an unfinished song

The strains of “Subah, Subah, yeh kya hua…” played in a loop inside her head. She smiled. The cool early morning air felt good. She lifted her arms and flexed her wings. She spread them wide letting the wind play with them. Her eyes watched the black vees floating calmly against the azure blue sky. She kicked off on her course.

Sumit stood speechless while she held the baby…baby didn’t register yet. He watched her: Aditi…that is Aditi. …my Aditi. Is that her? The afternoon sun burned a part of her face as she sat with eyes downcast, tired hands weakly holding on to a piece of knitting. Her hair shone like a halo around her face where the sun caught the silver of her loose curls. So very, very beautiful – still. His breath caught in his chest. He had never wanted a child. It had been her wish.

Clutching at his left side he eased himself into an old cane chair across from her. She looked up then. He followed her eyes to the front gate. It swung open as the thin, wasted form of a young man walked in without turning to put the clasp back on.

The sight of the slightly built young man with a shock of black rumpled hair stirred a vision in his mind – of an excited man rushing, half carrying, half pulling a frail young woman hugging a bundle of swaddle and smiling, all the way to the house. Almost the age of this young man that walked into their strange life right now.

Strange life, because he could still not fathom it. This morning they had had a child. At six thirty p.m. they are here with a little mud pot sitting in a corner near the staircase, somewhere inside the empty house, holding the ashes of a child.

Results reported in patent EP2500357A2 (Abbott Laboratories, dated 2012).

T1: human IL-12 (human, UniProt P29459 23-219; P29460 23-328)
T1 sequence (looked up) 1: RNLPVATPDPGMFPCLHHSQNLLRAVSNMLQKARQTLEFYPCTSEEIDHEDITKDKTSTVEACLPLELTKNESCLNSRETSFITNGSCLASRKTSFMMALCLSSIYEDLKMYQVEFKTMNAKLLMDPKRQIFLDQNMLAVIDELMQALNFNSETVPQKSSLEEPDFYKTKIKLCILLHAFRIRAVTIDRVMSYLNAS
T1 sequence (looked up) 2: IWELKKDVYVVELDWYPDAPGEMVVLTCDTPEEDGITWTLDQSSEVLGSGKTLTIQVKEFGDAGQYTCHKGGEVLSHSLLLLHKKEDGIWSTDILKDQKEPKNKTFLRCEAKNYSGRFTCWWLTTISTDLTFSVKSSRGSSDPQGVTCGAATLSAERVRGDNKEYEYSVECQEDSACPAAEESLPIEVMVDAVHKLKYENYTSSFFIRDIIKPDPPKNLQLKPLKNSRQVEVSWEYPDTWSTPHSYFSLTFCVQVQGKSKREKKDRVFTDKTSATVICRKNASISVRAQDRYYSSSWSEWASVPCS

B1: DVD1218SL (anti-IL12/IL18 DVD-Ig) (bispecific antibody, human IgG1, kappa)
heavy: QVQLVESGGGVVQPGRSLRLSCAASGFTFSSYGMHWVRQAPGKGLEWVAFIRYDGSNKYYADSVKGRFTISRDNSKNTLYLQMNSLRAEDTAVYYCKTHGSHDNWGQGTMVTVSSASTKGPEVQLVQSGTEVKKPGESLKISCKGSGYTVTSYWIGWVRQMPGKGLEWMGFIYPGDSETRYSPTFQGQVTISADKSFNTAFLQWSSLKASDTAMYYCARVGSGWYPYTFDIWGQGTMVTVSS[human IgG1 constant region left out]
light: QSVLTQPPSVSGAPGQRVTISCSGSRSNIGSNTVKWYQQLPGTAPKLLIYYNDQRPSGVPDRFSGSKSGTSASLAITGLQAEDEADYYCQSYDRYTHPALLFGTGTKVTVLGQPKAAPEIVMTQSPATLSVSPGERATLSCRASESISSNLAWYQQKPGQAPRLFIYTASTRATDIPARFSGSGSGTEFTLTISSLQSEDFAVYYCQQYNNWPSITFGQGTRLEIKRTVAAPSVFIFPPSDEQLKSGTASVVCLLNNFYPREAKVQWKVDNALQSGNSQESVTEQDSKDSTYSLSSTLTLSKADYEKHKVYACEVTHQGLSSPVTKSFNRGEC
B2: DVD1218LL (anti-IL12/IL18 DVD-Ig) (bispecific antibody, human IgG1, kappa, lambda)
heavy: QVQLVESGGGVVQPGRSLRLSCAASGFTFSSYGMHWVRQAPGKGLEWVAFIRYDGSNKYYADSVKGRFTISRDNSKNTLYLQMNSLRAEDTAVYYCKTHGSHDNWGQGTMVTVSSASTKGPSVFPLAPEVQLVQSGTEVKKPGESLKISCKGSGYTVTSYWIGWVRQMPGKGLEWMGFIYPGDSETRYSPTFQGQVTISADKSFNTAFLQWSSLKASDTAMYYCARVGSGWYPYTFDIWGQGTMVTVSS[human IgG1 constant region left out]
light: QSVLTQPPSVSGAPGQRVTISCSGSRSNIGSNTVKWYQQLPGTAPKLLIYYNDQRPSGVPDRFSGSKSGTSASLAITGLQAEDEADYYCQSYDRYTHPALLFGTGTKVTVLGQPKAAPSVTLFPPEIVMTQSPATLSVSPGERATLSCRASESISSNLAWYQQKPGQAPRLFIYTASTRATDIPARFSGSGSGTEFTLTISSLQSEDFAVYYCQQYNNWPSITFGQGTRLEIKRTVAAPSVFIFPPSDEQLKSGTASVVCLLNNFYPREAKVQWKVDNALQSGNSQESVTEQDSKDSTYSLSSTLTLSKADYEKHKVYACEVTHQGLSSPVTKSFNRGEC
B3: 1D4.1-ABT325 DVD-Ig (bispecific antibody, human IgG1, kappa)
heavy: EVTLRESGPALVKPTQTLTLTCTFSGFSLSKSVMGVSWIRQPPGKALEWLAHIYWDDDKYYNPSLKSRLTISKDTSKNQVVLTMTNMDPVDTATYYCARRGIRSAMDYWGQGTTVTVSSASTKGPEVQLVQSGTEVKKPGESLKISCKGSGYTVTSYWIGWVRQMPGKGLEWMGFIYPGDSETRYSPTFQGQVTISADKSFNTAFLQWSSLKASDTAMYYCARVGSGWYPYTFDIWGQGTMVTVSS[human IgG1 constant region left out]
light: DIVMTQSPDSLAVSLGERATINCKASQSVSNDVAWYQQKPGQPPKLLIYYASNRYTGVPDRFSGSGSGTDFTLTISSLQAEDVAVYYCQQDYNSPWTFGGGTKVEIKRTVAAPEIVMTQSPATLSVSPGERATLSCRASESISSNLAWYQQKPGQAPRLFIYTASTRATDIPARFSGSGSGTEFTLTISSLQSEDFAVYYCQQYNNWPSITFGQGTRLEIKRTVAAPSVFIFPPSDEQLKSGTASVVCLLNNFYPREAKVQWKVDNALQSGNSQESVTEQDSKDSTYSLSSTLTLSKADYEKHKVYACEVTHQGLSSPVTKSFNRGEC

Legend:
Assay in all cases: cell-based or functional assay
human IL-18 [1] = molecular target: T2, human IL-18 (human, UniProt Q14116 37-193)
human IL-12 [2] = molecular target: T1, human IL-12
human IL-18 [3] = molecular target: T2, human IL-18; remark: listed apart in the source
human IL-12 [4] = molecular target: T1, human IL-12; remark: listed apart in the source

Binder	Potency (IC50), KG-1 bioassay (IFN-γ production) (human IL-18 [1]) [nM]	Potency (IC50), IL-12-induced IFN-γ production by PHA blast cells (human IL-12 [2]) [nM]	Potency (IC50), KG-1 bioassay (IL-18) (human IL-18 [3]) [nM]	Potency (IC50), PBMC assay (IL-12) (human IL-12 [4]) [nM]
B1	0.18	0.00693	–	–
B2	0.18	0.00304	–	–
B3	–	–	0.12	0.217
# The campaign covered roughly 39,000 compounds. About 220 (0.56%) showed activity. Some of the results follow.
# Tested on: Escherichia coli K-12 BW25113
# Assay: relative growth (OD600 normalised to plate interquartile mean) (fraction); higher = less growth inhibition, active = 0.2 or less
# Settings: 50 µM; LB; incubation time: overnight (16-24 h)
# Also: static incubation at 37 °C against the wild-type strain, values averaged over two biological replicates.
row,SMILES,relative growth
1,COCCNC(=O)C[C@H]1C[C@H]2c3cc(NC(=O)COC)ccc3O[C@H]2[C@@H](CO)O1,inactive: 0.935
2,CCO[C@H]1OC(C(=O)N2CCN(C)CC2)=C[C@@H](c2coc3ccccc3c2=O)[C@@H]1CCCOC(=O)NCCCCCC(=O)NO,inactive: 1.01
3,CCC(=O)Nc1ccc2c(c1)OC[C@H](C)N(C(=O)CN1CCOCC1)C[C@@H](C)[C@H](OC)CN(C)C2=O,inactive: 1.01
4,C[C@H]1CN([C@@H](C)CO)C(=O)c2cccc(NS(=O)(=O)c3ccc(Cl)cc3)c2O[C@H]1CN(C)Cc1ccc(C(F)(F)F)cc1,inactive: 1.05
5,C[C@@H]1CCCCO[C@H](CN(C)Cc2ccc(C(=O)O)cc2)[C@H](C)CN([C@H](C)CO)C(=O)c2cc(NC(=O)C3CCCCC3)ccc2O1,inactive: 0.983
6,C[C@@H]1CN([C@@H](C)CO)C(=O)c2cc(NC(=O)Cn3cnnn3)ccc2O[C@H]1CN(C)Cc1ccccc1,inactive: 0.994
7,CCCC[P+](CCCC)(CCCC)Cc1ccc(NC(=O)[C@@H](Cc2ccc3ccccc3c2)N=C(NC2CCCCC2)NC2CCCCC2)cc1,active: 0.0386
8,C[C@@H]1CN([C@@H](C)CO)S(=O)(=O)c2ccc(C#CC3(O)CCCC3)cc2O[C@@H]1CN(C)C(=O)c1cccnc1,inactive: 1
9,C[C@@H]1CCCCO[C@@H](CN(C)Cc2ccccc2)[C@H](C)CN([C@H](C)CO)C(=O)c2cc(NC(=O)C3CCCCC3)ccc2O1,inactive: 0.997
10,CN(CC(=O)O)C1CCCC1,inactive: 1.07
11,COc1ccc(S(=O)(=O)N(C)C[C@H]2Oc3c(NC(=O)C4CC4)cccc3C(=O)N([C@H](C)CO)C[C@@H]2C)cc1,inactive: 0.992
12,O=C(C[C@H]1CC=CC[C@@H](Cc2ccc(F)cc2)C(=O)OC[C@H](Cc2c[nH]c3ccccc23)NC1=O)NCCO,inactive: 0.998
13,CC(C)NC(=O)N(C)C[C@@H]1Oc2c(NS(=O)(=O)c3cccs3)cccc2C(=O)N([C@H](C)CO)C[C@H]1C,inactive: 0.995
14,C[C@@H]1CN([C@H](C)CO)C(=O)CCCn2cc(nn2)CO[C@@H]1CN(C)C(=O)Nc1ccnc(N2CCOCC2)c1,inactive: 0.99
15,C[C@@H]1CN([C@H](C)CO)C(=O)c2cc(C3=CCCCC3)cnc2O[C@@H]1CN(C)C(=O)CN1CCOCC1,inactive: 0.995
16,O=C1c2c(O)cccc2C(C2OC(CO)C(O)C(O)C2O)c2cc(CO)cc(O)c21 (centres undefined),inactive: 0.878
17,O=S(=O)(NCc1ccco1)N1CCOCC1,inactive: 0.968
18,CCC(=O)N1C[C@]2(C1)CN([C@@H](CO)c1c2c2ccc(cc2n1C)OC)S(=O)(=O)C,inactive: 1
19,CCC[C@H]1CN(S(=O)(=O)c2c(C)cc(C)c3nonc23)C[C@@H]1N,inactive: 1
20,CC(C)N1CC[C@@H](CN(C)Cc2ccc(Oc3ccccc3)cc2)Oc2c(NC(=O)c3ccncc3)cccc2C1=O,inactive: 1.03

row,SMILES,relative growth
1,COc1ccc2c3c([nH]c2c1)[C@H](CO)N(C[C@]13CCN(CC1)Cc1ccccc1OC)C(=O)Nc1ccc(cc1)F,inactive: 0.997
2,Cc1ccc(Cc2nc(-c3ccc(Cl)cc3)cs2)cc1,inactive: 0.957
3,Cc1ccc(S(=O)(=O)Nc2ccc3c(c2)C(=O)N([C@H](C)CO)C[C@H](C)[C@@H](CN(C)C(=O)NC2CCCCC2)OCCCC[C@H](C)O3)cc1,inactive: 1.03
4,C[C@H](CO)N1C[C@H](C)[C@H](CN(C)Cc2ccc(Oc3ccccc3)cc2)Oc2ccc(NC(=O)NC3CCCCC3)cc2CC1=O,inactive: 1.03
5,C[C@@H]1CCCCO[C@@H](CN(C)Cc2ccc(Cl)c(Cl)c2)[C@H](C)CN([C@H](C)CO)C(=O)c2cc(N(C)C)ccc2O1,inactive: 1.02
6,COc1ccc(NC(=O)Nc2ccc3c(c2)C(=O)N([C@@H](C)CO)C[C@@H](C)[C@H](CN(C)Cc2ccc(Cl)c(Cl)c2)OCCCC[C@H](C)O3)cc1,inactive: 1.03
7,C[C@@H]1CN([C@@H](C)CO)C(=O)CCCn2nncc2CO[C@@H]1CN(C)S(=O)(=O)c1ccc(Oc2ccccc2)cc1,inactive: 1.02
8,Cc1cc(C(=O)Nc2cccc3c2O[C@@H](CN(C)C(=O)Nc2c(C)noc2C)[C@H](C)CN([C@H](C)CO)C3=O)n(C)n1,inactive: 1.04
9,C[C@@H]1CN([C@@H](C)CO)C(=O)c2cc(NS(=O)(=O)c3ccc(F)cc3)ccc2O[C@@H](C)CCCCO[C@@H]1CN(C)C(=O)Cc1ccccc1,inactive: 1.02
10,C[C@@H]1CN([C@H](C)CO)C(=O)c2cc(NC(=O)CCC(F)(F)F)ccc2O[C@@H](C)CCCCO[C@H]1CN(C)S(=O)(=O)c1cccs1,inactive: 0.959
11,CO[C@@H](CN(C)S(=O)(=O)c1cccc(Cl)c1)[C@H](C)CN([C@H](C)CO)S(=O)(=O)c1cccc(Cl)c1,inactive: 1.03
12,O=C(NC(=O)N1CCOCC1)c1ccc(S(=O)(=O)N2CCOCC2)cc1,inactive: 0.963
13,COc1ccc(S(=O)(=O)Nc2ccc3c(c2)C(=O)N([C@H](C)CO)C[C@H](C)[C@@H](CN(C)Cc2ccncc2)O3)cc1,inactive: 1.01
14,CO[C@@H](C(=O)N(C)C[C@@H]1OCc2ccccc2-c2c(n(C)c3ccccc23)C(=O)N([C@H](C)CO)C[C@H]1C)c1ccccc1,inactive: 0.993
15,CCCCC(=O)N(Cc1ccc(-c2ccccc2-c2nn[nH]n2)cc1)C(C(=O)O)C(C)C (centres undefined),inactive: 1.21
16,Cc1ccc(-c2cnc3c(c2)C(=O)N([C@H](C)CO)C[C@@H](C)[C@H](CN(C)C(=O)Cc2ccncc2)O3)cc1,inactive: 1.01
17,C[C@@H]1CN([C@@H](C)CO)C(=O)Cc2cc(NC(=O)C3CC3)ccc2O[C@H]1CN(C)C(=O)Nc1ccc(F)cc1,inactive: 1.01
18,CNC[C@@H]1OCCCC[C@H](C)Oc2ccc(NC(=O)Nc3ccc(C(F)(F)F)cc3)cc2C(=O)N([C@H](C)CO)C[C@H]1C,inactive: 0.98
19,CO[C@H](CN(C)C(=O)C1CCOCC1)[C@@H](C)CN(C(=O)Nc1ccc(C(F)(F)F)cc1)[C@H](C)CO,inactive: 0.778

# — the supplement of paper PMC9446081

“Did you call him?” Aditi turned her eyes in his direction. “Have you?” She seemed to have forgotten why she had turned to look at him. She looked away abruptly, as if he hadn’t spoken. The curtain in a door behind them fluttered slightly. He raised himself and very slowly walked indoors stopping by a door that looked into a lovely little room. Lyric had been like her mother. There has always been so much rhythm in her. Everything about her space – from the little potted gardenia on the windowsill to the Japanese painting of a monastery standing on top of a hill to the shiny Tanpura and all her belongings arranged on the white marble floor in the way she liked was proof – of how much in love she had been, with her life.

There was a seat arranged near the window so Anurag could sit there and watch the changing colours of the sky while she did her riyaz. It rang in his head, her clear young voice caressing the sombre notes of Purvi as she released them one by one into the air like little pet birds. So much love!

These two had been inseparable from their childhood days: fatherless Anurag and Lyric. He sat on the floor now with his head resting on the bed that had been hers. The letter lay at his feet. There was a little breeze and it caught the piece of paper which floated up at him. Sumit reached out for it and started to read, for the hundredth time, for he just could not think of a way to deal with this yet. How could he have not known? Or seen? How could they have all done this together? And why could she not talk about this?

No, that she could not. He realized that at least. Talking wasn’t going to make a difference. This would take action and that is what she has done!

“It is love: yours and mine. I like Shamik. I hope he and you are both happy together. Papa taught you and me to respect choices people made. I hope you would respect mine. This isn’t about anger or sorrow or like the man on the street might call it – frustration.

I loved you as the man in my life, you loved me like your favourite tee-shirt, I guess. You wore me – to shield yourself from harsh weather, of hatred and fear and doubts and suspicion directed at your love.

This is my way of asserting my rights – not giving in to a life that needs be bound by choices other people make in the name of protecting us from ourselves, so that you and I, Anu, cannot make ours.

I exercised my choice rather than live a life as prisoner of a homophobic society’s misguided whims. I chose to be free. Will you please, always, remember this about your wife, Anurag?”